A close look at the last four years of Mark Twain's life.
Persons attempting to find a motive in Mark Twain’s doings are many. Those trying to find a moral in his life most often end up contradicting one another. But anyone hoping to find a plot in it would do well to follow the example set by Michael Shelden.
The motive behind Shelden’s Mark Twain: Man In White, an in-depth look at Twain’s final years, is to reverse the common viewpoint that Twain’s old age was merely a sad and uneventful countdown toward death. His argument would make for a nice PhD thesis – and the book could easily have been as dry as one – but Shelden rarely retreats to the distant tone of scholarship. Instead, he ushers his irrepressible, brilliant, complicated subject onto center stage and Twain becomes as compelling a main character as in a well-developed novel.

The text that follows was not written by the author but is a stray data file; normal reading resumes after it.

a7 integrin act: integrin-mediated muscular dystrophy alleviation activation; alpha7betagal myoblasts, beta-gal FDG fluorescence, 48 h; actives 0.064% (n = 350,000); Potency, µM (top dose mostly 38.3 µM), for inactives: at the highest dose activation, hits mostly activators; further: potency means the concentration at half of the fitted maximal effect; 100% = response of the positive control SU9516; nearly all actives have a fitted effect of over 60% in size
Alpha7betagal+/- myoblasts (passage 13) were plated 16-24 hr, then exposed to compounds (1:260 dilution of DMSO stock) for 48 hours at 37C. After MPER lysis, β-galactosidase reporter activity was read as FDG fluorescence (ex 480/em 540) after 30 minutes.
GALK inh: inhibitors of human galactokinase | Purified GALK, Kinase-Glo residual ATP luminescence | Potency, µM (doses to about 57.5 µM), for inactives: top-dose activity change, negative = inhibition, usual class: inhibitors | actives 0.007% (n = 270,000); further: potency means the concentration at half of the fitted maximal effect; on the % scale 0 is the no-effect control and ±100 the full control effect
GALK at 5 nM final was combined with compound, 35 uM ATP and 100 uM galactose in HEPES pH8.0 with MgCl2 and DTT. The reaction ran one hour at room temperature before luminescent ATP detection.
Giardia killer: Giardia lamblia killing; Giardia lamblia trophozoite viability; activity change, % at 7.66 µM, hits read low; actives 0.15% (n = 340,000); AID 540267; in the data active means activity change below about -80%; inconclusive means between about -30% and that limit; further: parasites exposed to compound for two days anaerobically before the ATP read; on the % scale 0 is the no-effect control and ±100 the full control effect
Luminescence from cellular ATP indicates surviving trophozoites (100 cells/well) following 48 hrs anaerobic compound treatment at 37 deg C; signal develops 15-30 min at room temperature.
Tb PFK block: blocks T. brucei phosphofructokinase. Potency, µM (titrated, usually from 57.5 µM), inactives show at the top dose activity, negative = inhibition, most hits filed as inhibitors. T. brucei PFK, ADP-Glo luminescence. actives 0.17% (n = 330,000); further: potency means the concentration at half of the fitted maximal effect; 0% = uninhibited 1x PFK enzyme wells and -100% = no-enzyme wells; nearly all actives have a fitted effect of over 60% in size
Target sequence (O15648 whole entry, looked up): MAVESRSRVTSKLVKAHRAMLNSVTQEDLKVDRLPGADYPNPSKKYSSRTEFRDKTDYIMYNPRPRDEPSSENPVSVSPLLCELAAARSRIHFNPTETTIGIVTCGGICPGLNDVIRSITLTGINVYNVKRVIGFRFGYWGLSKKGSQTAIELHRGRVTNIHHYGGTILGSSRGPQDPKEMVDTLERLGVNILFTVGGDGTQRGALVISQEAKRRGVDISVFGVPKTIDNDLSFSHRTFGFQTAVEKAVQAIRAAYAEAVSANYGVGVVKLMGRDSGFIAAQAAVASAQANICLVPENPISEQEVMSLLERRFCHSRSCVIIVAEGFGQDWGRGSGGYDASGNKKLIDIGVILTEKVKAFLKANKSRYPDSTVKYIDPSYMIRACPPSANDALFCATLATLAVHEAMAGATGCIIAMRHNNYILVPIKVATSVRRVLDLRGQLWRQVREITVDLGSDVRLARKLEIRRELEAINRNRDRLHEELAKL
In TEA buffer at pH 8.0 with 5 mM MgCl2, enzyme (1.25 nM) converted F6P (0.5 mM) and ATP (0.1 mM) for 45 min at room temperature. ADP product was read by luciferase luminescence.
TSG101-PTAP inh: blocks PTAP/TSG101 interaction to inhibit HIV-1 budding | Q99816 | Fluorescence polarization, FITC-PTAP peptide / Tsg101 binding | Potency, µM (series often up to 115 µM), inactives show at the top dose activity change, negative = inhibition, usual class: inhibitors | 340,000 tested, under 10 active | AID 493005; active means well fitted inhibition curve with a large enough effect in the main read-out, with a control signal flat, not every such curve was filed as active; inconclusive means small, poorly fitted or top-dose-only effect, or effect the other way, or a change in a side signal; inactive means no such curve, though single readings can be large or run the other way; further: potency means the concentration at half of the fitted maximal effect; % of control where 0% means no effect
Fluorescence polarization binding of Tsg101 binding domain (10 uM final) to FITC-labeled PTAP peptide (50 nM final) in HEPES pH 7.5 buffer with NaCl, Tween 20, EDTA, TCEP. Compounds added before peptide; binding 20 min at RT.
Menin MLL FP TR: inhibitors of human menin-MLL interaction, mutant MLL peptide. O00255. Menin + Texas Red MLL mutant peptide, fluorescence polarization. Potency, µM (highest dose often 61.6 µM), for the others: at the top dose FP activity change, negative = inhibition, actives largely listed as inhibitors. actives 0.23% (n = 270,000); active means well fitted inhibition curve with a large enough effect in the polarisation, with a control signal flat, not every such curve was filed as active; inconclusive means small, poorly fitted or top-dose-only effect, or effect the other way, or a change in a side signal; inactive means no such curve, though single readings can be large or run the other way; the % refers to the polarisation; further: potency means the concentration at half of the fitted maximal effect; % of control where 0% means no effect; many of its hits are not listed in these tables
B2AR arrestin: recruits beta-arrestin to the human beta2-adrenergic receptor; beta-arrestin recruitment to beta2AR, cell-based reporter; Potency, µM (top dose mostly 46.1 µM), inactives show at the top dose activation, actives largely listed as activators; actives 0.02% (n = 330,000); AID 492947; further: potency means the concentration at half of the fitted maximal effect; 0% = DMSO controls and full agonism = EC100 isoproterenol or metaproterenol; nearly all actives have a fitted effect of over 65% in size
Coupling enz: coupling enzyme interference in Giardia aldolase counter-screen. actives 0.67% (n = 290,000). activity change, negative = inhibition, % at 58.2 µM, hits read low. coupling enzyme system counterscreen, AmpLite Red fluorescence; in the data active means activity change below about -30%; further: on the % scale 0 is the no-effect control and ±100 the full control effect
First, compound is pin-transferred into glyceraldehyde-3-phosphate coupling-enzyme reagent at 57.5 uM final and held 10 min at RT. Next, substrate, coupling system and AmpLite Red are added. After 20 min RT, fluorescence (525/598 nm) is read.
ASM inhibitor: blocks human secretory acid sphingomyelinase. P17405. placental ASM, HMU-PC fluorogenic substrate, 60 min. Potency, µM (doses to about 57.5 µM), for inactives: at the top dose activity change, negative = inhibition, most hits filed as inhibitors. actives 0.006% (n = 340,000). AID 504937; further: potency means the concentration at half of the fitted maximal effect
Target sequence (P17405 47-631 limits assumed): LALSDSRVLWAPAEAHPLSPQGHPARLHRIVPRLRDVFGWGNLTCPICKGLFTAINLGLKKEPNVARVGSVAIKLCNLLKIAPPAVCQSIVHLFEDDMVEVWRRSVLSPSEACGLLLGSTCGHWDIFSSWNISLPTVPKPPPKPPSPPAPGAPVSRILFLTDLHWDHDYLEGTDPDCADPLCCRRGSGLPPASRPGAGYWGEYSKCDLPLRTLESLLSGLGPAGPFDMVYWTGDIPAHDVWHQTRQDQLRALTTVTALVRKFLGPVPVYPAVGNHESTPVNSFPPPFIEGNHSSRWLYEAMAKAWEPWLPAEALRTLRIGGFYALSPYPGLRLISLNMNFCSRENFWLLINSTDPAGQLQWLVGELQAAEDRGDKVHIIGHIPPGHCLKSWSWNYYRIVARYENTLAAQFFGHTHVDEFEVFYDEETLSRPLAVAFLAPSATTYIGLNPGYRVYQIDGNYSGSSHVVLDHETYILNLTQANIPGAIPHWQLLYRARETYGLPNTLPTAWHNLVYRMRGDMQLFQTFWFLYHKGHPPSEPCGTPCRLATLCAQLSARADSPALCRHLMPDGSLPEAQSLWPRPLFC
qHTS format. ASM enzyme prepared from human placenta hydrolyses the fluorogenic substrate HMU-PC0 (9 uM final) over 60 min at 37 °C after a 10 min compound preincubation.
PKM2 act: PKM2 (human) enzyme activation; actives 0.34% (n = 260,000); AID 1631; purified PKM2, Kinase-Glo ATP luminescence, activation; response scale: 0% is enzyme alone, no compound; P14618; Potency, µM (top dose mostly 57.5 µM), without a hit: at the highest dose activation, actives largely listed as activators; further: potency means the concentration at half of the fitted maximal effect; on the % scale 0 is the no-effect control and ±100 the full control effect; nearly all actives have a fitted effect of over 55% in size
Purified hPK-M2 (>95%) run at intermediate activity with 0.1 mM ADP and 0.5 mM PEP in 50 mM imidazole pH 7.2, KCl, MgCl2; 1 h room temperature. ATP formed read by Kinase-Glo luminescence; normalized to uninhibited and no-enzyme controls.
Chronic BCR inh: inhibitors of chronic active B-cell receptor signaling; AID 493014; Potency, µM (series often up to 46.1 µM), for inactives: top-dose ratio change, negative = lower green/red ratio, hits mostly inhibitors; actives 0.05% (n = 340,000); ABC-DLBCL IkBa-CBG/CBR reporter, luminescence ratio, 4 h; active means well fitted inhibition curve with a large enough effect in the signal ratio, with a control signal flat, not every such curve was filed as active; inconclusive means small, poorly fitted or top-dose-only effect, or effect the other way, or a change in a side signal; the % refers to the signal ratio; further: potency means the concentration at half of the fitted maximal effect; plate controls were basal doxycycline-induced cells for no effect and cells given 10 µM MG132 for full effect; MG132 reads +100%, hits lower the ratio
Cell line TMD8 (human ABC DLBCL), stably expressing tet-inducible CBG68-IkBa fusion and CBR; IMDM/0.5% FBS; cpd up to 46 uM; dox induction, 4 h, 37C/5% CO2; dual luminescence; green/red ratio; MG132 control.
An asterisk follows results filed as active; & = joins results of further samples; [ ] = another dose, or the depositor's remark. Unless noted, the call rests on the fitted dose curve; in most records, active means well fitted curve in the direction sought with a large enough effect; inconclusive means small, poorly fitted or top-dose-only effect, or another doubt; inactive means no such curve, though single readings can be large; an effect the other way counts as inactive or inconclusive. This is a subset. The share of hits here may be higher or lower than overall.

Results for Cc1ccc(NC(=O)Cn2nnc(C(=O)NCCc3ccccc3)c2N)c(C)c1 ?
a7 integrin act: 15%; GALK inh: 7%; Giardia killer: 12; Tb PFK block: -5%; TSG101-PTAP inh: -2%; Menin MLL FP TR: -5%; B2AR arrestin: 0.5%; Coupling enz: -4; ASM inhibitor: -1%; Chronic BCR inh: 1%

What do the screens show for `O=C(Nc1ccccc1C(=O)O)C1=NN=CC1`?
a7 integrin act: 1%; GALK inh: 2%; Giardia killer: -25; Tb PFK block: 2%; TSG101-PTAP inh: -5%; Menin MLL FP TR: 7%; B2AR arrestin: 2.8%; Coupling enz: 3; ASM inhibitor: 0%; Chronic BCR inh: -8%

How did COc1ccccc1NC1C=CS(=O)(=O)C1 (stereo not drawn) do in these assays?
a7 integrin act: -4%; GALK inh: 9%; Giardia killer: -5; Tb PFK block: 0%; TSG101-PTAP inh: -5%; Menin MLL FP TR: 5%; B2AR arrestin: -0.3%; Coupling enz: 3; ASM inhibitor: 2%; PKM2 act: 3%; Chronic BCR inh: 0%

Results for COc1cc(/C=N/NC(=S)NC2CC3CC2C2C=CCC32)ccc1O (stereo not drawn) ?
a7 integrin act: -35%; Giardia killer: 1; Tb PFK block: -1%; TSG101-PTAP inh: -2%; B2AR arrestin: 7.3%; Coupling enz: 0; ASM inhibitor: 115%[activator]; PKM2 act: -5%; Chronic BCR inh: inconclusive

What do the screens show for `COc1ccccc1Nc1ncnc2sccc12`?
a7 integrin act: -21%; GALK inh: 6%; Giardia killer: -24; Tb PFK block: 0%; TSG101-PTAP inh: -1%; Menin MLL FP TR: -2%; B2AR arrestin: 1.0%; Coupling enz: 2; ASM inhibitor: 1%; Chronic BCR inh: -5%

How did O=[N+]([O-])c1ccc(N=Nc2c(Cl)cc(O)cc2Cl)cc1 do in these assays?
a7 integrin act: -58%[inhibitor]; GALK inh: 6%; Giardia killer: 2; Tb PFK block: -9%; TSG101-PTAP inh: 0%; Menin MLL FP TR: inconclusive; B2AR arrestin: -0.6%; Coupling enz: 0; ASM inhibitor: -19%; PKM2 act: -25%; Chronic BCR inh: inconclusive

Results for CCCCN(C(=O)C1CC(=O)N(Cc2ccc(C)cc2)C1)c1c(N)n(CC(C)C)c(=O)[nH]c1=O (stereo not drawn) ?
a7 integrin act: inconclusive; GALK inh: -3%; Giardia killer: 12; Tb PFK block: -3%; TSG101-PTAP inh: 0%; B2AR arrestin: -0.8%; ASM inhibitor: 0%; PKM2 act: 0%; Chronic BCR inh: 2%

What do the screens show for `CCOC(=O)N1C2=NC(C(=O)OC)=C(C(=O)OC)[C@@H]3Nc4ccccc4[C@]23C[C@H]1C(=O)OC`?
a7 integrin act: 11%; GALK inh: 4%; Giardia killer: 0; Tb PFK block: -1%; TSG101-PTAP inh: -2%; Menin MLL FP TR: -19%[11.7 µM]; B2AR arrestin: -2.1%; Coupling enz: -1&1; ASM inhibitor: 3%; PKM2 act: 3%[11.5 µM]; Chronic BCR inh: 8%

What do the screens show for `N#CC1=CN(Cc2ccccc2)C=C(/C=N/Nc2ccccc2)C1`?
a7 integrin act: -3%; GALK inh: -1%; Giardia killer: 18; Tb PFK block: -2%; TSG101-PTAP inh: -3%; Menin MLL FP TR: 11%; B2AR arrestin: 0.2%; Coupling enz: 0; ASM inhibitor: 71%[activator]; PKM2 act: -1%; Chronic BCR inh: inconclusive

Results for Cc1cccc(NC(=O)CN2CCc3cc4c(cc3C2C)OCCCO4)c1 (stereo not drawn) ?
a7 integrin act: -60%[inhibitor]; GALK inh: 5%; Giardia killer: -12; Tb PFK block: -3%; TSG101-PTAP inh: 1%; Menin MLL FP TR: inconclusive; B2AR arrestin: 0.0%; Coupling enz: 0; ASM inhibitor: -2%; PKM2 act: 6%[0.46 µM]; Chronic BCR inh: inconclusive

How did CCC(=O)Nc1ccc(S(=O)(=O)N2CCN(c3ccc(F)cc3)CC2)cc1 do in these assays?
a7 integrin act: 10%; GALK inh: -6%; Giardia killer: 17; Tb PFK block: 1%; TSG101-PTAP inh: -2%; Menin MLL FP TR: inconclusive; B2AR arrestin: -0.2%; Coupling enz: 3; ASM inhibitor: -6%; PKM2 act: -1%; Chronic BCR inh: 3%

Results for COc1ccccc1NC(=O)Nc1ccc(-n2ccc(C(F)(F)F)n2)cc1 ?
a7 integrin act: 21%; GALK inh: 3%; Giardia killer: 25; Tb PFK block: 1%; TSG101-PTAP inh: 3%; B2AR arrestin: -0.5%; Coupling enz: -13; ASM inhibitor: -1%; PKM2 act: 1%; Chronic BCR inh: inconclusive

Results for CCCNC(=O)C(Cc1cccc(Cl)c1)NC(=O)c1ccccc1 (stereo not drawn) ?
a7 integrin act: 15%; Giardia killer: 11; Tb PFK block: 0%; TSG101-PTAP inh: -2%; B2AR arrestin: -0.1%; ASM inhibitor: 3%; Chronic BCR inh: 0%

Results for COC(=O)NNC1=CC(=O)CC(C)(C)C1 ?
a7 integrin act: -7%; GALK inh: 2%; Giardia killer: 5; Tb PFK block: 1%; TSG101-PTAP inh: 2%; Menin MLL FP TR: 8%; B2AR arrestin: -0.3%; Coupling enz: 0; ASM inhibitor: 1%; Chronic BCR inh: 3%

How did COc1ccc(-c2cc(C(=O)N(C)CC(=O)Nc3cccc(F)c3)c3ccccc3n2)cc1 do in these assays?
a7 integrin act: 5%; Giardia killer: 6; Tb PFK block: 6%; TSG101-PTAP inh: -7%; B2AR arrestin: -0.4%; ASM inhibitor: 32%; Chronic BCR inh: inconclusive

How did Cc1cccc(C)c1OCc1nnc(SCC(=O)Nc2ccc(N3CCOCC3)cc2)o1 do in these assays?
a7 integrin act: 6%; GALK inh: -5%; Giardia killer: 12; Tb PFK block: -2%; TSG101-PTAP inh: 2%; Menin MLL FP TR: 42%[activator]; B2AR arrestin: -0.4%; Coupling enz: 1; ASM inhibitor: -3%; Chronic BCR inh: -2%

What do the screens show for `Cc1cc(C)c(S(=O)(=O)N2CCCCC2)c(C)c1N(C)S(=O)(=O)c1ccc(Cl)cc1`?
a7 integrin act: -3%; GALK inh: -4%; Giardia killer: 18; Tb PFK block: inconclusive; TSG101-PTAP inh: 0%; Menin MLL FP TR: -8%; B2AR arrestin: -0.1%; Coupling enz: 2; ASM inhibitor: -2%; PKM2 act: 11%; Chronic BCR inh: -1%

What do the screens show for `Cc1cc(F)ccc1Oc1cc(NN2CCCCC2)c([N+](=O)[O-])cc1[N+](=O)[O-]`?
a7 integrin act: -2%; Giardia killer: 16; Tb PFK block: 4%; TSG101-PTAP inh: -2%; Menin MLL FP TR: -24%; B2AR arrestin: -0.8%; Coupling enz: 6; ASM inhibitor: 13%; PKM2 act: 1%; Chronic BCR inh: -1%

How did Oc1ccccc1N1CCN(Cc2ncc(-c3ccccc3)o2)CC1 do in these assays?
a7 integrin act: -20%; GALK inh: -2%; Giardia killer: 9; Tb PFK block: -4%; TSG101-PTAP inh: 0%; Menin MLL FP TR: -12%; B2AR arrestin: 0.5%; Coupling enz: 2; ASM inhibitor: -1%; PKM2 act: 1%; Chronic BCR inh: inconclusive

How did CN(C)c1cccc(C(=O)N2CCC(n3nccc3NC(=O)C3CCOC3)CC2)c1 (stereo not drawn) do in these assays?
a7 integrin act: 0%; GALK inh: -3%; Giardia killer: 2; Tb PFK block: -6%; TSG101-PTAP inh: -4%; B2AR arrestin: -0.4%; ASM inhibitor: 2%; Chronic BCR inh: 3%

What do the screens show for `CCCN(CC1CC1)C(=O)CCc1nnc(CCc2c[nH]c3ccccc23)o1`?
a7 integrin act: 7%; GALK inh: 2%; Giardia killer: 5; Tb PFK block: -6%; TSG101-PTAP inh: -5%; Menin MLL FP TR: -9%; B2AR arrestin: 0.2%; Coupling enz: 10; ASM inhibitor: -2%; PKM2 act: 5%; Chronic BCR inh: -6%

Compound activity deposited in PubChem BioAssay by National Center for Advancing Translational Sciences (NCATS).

Shelden, whose past work includes biographies of George Orwell and Graham Greene, has the advantage here of having as his subject one of the pithiest and wittiest characters ever to dominate American literature. He draws from journals, letters, and newspaper accounts for a front-row, real-time view of Twain’s words and thoughts; it would have been a literary crime to let such lively material fall flat.